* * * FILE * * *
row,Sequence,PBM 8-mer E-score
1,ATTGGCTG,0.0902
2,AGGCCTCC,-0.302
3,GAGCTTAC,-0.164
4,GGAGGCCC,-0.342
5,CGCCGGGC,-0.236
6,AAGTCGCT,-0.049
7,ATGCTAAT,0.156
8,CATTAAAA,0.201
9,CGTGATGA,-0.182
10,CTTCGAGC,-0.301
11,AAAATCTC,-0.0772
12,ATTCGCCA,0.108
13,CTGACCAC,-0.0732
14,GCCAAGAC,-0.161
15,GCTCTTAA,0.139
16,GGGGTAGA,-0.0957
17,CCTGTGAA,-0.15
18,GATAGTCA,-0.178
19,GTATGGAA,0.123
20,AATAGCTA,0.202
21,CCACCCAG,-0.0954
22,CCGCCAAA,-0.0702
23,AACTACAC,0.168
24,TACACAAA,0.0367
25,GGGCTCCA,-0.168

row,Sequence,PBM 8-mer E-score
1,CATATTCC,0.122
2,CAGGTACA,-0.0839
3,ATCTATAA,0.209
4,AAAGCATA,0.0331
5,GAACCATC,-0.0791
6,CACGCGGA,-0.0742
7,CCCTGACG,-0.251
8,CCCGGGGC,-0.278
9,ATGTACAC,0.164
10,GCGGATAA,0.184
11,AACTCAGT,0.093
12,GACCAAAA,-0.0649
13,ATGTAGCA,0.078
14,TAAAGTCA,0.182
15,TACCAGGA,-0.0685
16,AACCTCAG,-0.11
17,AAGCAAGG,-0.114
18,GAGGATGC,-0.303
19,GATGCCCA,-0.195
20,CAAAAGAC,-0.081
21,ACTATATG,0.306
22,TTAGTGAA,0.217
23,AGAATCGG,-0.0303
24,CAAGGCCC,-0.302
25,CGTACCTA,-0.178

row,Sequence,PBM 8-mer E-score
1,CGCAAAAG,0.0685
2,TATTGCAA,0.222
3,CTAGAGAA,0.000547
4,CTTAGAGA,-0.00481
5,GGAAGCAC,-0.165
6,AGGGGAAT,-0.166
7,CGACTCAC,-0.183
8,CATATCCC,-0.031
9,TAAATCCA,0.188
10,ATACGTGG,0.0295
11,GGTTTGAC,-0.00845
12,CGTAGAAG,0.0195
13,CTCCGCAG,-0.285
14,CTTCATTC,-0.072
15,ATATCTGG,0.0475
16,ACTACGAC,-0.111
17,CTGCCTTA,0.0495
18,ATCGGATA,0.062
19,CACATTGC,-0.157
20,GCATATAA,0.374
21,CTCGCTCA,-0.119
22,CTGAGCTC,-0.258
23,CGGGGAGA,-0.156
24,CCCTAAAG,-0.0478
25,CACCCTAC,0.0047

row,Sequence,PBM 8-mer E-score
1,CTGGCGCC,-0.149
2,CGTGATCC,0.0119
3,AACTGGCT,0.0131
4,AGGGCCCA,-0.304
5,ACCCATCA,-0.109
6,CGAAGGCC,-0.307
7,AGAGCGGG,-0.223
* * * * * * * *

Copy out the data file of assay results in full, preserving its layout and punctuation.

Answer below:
row,Sequence,PBM 8-mer E-score
1,ATTGGCTG,0.0902
2,AGGCCTCC,-0.302
3,GAGCTTAC,-0.164
4,GGAGGCCC,-0.342
5,CGCCGGGC,-0.236
6,AAGTCGCT,-0.049
7,ATGCTAAT,0.156
8,CATTAAAA,0.201
9,CGTGATGA,-0.182
10,CTTCGAGC,-0.301
11,AAAATCTC,-0.0772
12,ATTCGCCA,0.108
13,CTGACCAC,-0.0732
14,GCCAAGAC,-0.161
15,GCTCTTAA,0.139
16,GGGGTAGA,-0.0957
17,CCTGTGAA,-0.15
18,GATAGTCA,-0.178
19,GTATGGAA,0.123
20,AATAGCTA,0.202
21,CCACCCAG,-0.0954
22,CCGCCAAA,-0.0702
23,AACTACAC,0.168
24,TACACAAA,0.0367
25,GGGCTCCA,-0.168

row,Sequence,PBM 8-mer E-score
1,CATATTCC,0.122
2,CAGGTACA,-0.0839
3,ATCTATAA,0.209
4,AAAGCATA,0.0331
5,GAACCATC,-0.0791
6,CACGCGGA,-0.0742
7,CCCTGACG,-0.251
8,CCCGGGGC,-0.278
9,ATGTACAC,0.164
10,GCGGATAA,0.184
11,AACTCAGT,0.093
12,GACCAAAA,-0.0649
13,ATGTAGCA,0.078
14,TAAAGTCA,0.182
15,TACCAGGA,-0.0685
16,AACCTCAG,-0.11
17,AAGCAAGG,-0.114
18,GAGGATGC,-0.303
19,GATGCCCA,-0.195
20,CAAAAGAC,-0.081
21,ACTATATG,0.306
22,TTAGTGAA,0.217
23,AGAATCGG,-0.0303
24,CAAGGCCC,-0.302
25,CGTACCTA,-0.178

row,Sequence,PBM 8-mer E-score
1,CGCAAAAG,0.0685
2,TATTGCAA,0.222
3,CTAGAGAA,0.000547
4,CTTAGAGA,-0.00481
5,GGAAGCAC,-0.165
6,AGGGGAAT,-0.166
7,CGACTCAC,-0.183
8,CATATCCC,-0.031
9,TAAATCCA,0.188
10,ATACGTGG,0.0295
11,GGTTTGAC,-0.00845
12,CGTAGAAG,0.0195
13,CTCCGCAG,-0.285
14,CTTCATTC,-0.072
15,ATATCTGG,0.0475
16,ACTACGAC,-0.111
17,CTGCCTTA,0.0495
18,ATCGGATA,0.062
19,CACATTGC,-0.157
20,GCATATAA,0.374
21,CTCGCTCA,-0.119
22,CTGAGCTC,-0.258
23,CGGGGAGA,-0.156
24,CCCTAAAG,-0.0478
25,CACCCTAC,0.0047

row,Sequence,PBM 8-mer E-score
1,CTGGCGCC,-0.149
2,CGTGATCC,0.0119
3,AACTGGCT,0.0131
4,AGGGCCCA,-0.304
5,ACCCATCA,-0.109
6,CGAAGGCC,-0.307
7,AGAGCGGG,-0.223